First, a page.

I loved this book. Piper is realistically written; she's not a perfect person. She's flawed. She's bitter about her baby sister's new implant that allows her to hear when Piper is stuck with old hearing aids and moderately severe hearing loss. She doesn't want to be treated differently because she's deaf, but she's often the one bringing it up to other people and thinking the worst of them. She's so fixated on making money that she misses the true spirit of making music. But she's still a likable character and we want her to succeed. We root for her as she makes one mistake after the next and cheer for her when she finally gets it right.

There's some romance in "Five Flavors of Dumb" but it's not overwhelming or a turnoff for boys. There's also family issues--Piper's relationship with her father is strained-- but mostly this book is about discovering the joy of making music. Even someone who can't hear all the notes can still feel the emotions when the right music is played. The cover might make boys think this is a girl book, but if they can get past it and focus on the music of the story it'll all be worth it.

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Thursday, January 20, 2011

Rose Sees Red--Cecil Castelluci

Title: Rose Sees Red
Author: Cecil Castelluci
Publisher: Scholastic Press, 2010
197 pages

Rose is a dancer at the school of Performing Arts and like most teenage girls she's struggling to find her way. She's never been very good at making friends mostly because she's been under the control of her best friend Daisy for years. But when Rose offends Daisy in the worst possible way--by having her own opinion and making a decision without her--Rose is left alone and friendless. She doesn't know how friendships work because she never really had one with Daisy. She was Daisy's puppet, not really her friend. All of that changes one fateful day when Rose smiles at the neighbor she has seen for years but never talked to. That one smile snowballs into a tentative friendship, solidified during the course of one crazy night in NYC. Unfortunately this is NYC in 1982 during the height of the Cold War and Rose's neighbor is the daughter of a Russian diplomat.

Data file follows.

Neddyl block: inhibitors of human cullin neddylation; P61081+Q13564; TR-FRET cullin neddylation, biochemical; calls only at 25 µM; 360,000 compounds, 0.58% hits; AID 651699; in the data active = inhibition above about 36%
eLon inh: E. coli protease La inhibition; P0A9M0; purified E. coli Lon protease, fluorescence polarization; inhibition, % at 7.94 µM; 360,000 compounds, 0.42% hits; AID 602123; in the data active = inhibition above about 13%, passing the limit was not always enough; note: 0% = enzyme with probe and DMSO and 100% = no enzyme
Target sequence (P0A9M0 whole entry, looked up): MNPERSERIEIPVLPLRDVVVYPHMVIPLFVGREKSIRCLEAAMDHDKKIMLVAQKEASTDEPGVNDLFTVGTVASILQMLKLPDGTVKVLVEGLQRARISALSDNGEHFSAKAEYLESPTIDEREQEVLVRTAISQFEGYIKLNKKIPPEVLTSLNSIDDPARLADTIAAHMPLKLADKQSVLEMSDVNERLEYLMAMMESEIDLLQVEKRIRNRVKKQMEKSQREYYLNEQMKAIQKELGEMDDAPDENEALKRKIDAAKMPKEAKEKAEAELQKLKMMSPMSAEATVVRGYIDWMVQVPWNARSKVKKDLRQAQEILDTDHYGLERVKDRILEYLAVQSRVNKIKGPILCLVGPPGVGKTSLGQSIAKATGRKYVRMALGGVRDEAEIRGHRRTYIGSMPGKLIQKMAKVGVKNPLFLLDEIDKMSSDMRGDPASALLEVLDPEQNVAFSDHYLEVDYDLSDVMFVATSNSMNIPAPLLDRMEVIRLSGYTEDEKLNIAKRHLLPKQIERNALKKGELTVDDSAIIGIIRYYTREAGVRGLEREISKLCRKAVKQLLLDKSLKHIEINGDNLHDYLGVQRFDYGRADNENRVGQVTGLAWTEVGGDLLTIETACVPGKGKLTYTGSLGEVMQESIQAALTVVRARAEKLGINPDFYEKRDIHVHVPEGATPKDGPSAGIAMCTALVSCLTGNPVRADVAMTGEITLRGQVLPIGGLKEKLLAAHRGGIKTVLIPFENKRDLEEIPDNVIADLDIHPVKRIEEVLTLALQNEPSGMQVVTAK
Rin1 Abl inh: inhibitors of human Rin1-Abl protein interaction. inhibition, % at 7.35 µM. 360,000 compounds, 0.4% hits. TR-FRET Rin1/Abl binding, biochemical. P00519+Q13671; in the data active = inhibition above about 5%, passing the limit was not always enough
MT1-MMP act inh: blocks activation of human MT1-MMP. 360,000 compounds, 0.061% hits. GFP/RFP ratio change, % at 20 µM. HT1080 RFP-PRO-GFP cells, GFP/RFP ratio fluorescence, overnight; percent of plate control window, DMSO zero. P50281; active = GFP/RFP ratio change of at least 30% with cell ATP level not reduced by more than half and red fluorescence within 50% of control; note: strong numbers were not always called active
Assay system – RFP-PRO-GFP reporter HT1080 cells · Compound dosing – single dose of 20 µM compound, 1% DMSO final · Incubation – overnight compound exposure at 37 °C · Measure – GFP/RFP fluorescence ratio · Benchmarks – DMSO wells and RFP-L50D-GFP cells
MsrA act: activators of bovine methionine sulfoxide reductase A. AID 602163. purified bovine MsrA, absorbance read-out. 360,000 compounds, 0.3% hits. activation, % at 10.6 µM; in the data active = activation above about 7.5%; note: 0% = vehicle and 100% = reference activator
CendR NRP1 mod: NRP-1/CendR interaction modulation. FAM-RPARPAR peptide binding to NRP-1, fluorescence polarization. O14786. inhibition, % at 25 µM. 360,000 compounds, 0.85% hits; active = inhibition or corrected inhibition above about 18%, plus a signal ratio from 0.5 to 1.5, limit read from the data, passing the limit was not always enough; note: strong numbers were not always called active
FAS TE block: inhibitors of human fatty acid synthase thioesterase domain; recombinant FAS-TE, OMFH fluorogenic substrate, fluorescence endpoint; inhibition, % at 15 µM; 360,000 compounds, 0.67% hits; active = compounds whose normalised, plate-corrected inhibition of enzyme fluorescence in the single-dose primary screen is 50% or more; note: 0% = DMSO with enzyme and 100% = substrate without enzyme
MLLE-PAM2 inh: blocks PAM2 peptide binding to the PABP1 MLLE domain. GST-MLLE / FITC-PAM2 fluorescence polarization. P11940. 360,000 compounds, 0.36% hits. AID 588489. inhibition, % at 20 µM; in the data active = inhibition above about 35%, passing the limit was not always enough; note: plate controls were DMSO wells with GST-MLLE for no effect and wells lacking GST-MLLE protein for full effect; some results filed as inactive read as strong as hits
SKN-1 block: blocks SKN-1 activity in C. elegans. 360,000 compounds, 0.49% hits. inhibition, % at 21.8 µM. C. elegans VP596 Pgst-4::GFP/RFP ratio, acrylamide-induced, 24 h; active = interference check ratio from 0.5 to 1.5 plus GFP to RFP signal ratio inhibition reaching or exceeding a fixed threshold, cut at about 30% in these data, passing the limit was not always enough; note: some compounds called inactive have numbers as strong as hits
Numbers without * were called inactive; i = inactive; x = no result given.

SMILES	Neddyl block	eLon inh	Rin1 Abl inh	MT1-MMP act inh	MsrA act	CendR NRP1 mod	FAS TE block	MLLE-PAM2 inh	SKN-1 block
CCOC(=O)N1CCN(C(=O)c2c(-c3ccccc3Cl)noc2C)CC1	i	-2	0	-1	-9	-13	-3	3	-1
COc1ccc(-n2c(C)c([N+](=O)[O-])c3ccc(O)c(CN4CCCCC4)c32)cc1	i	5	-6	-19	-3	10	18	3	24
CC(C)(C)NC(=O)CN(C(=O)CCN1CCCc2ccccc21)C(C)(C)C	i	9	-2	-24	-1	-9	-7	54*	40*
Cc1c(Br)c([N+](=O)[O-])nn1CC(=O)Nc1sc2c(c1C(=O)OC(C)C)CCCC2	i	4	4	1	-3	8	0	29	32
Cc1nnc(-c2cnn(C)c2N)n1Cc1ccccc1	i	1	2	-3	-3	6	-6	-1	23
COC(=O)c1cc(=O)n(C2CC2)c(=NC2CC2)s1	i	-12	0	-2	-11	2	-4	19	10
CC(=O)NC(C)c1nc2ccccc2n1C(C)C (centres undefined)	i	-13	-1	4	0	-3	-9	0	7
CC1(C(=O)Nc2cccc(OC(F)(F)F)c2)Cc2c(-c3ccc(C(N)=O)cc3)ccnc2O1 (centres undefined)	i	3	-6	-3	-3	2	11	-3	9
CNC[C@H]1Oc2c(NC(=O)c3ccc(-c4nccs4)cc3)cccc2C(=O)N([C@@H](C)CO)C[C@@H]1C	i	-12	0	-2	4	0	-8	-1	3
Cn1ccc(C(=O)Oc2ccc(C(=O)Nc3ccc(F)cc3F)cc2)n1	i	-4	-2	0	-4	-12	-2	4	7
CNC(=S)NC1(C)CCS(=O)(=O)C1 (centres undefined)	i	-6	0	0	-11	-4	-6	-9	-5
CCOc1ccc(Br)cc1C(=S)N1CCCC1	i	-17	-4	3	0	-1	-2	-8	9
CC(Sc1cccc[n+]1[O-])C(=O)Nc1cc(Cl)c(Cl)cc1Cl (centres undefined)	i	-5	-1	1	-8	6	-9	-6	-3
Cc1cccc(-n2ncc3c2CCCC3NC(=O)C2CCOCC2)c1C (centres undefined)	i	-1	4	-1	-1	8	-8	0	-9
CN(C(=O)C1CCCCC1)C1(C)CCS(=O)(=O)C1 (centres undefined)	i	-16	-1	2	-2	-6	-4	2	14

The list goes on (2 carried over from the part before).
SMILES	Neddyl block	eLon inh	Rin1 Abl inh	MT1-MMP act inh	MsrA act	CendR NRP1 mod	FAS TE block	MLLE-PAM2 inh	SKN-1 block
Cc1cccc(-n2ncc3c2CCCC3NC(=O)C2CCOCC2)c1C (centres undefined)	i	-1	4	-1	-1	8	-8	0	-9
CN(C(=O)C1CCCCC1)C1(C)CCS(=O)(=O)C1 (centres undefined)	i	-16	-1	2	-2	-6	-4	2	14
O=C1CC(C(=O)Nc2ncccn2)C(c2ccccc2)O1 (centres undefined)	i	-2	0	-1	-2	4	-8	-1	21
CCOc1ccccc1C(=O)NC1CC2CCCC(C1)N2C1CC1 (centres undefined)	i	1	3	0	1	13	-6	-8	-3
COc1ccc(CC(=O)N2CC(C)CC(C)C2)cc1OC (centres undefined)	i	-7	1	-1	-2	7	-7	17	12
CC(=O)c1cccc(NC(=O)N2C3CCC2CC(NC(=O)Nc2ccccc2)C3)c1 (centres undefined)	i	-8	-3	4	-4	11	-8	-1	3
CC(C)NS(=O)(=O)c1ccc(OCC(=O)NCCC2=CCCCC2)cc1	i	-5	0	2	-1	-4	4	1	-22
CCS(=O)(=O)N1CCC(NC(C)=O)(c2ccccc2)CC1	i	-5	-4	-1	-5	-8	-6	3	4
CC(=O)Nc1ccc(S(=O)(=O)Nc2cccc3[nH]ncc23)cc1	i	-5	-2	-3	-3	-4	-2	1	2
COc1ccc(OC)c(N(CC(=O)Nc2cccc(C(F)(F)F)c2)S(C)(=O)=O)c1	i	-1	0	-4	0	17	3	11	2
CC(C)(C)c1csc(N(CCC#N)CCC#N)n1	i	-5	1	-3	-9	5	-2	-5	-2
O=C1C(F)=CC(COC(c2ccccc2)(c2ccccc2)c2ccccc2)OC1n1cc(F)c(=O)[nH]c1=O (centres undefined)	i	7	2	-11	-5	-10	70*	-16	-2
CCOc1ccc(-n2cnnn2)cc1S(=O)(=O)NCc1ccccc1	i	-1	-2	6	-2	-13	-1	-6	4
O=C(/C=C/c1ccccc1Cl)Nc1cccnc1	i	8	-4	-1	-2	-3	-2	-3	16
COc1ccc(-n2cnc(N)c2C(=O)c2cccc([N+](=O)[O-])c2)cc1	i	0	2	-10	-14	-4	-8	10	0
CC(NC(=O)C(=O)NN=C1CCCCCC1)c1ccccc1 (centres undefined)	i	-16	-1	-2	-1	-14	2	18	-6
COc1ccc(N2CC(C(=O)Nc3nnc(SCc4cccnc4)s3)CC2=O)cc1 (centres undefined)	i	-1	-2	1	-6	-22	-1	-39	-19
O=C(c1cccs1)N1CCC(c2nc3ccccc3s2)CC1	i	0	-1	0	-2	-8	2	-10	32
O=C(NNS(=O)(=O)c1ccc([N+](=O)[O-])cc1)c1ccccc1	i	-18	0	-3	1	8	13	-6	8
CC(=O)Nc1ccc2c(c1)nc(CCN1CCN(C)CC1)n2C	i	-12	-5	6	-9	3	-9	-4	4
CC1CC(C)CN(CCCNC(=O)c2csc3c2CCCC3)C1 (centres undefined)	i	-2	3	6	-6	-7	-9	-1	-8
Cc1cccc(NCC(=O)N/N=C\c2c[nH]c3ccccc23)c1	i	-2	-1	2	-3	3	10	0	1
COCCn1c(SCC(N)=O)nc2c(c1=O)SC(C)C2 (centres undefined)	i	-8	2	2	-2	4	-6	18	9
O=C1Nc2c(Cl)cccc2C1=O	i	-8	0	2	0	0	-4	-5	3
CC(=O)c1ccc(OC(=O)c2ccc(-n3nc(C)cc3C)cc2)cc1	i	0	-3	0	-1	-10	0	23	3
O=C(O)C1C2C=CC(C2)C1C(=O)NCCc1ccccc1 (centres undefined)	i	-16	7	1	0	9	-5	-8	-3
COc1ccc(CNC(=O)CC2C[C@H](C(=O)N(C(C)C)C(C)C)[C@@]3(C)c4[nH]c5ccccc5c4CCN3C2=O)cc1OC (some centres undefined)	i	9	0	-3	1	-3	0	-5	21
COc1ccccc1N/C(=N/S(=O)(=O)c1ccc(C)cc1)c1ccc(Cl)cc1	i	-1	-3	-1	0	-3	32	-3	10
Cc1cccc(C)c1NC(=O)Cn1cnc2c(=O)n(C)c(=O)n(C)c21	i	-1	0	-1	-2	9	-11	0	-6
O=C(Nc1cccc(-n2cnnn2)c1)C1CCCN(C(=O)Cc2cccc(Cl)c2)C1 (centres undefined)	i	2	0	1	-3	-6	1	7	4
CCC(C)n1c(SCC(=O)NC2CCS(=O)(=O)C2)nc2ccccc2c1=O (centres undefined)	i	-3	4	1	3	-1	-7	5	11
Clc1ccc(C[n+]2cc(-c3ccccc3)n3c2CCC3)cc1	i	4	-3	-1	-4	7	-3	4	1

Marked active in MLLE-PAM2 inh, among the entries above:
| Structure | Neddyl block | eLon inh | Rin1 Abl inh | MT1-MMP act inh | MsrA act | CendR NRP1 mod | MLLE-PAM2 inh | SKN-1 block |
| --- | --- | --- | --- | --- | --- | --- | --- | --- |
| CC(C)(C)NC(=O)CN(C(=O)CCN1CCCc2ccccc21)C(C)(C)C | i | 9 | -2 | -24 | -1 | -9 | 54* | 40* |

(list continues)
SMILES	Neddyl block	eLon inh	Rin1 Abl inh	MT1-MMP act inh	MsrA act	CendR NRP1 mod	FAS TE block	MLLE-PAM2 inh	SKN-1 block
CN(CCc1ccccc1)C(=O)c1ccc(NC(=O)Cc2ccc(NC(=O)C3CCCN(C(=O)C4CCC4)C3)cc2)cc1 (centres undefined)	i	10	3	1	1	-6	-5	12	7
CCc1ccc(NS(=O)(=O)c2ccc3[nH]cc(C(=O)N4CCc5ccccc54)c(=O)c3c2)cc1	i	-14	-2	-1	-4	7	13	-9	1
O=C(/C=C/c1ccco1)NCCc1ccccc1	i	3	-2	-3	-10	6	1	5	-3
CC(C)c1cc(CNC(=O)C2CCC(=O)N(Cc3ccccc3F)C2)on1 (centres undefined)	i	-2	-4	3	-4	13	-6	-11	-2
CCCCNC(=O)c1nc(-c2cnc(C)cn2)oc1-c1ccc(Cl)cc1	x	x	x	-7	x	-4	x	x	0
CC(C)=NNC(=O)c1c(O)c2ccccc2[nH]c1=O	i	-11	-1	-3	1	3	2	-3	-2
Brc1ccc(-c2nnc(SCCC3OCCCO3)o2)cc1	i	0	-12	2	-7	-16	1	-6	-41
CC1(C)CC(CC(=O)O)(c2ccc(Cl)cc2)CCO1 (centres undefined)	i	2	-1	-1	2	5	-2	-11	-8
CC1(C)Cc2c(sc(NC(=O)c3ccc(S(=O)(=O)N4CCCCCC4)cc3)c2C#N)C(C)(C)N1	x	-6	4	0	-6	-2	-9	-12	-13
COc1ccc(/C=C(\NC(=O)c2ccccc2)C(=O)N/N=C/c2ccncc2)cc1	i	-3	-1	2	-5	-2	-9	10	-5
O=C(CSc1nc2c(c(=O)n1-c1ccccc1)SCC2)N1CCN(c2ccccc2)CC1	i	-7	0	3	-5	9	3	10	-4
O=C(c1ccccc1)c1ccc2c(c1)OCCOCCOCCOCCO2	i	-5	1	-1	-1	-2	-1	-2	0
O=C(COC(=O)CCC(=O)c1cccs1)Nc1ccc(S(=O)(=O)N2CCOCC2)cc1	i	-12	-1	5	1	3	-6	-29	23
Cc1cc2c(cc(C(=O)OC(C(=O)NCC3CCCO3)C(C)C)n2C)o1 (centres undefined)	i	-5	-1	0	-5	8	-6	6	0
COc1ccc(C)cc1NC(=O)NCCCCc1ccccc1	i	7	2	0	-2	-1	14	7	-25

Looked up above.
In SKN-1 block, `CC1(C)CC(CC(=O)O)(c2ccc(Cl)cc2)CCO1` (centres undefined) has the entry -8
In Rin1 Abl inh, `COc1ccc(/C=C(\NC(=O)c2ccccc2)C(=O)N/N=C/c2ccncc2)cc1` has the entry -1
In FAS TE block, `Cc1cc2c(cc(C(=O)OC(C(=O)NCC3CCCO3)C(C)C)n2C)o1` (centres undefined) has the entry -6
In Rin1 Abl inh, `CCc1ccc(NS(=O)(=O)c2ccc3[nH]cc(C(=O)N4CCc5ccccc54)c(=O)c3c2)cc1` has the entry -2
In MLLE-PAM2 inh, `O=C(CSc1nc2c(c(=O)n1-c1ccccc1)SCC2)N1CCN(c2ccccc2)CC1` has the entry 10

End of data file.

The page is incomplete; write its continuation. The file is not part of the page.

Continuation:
Castellucci's characterization of Rose is spot-on. Rose is a realistic floundering girl. The description of Rose's emptiness and blackness because she doesn't have a true friend and feels like she doesn't belong is heartbreaking and genuine as is the shy hopeful joy she feels when the hole within her chest begins to heal and close with each new connection she makes. It's not just Yrena (the neighbor), but also a few school friends, who see Rose as she can be and help her out of the dark.

I managed to read this in one sitting, during a particularly pleasant nap/quiet time. I couldn't stop reading. Seeing Rose, well, blossom (no pun intended) was beautiful and poignant. I've read many books about teenage girls looking for acceptance and friendship, but Castelluci has really nailed the description of just how dark and depressing it can feel and how all it takes is for someone else to make a little extra effort to completely change things. I also love the title--Rose is stuck in her black friendless world and then sees the color red, a color not only associated with roses but also with communism and Russia. This is definitely a girl book, I don't see many boys (unless they are really thoughtful sensitive types) picking it up, but I heartily recommend it.

(not related--this is my first review typed up on my new iPad!)

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Friday, January 14, 2011

Goddesslibrarian is on the eBook bandwagon

FYI, I couldn't wait anymore. We bought an iPad so I can facebook twitter goof off read eBooks! I've downloaded Bluefire so I can read library eBooks and I've signed up for NetGalley so I can start requesting galleys. I'm trying to finish up my current library reads before I request anything though.

If you are a publisher who has been just waiting for me to get in the eBook game, I'm in it.

No, I'm not reading Treasure Island.

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Thursday, January 13, 2011

Rats Saw God--Rob Thomas

From the Vault
This review was originally written--handwritten no less--in December 1999 before the Age of Blogs. I'm not editing it at all because I don't believe in tampering with history. For other old reviews, click on the "From the Vault" tag.

Title: Rats Saw God
Author: Rob Thomas
1996
Genre: realistic; problem novel
Subjects: high school, adolescence; fitting in; divorce; fathers and sons

Summary: In order to graduate, Steve York must complete a 100-page writing assignment. Although he balks at first, he ultimately comes to a better understanding of himself and his life. 

Critique: Thomas has a good understanding of teens and their dialogue. His writing is effective and makes the story more interesting than it first appears to be. 

Recommendation: Yes

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Wednesday, January 12, 2011

Half Brother--Kenneth Oppel

Title: Half Brother
Author: Kenneth Oppel
Publisher: Scholastic Press, 2010
375 pages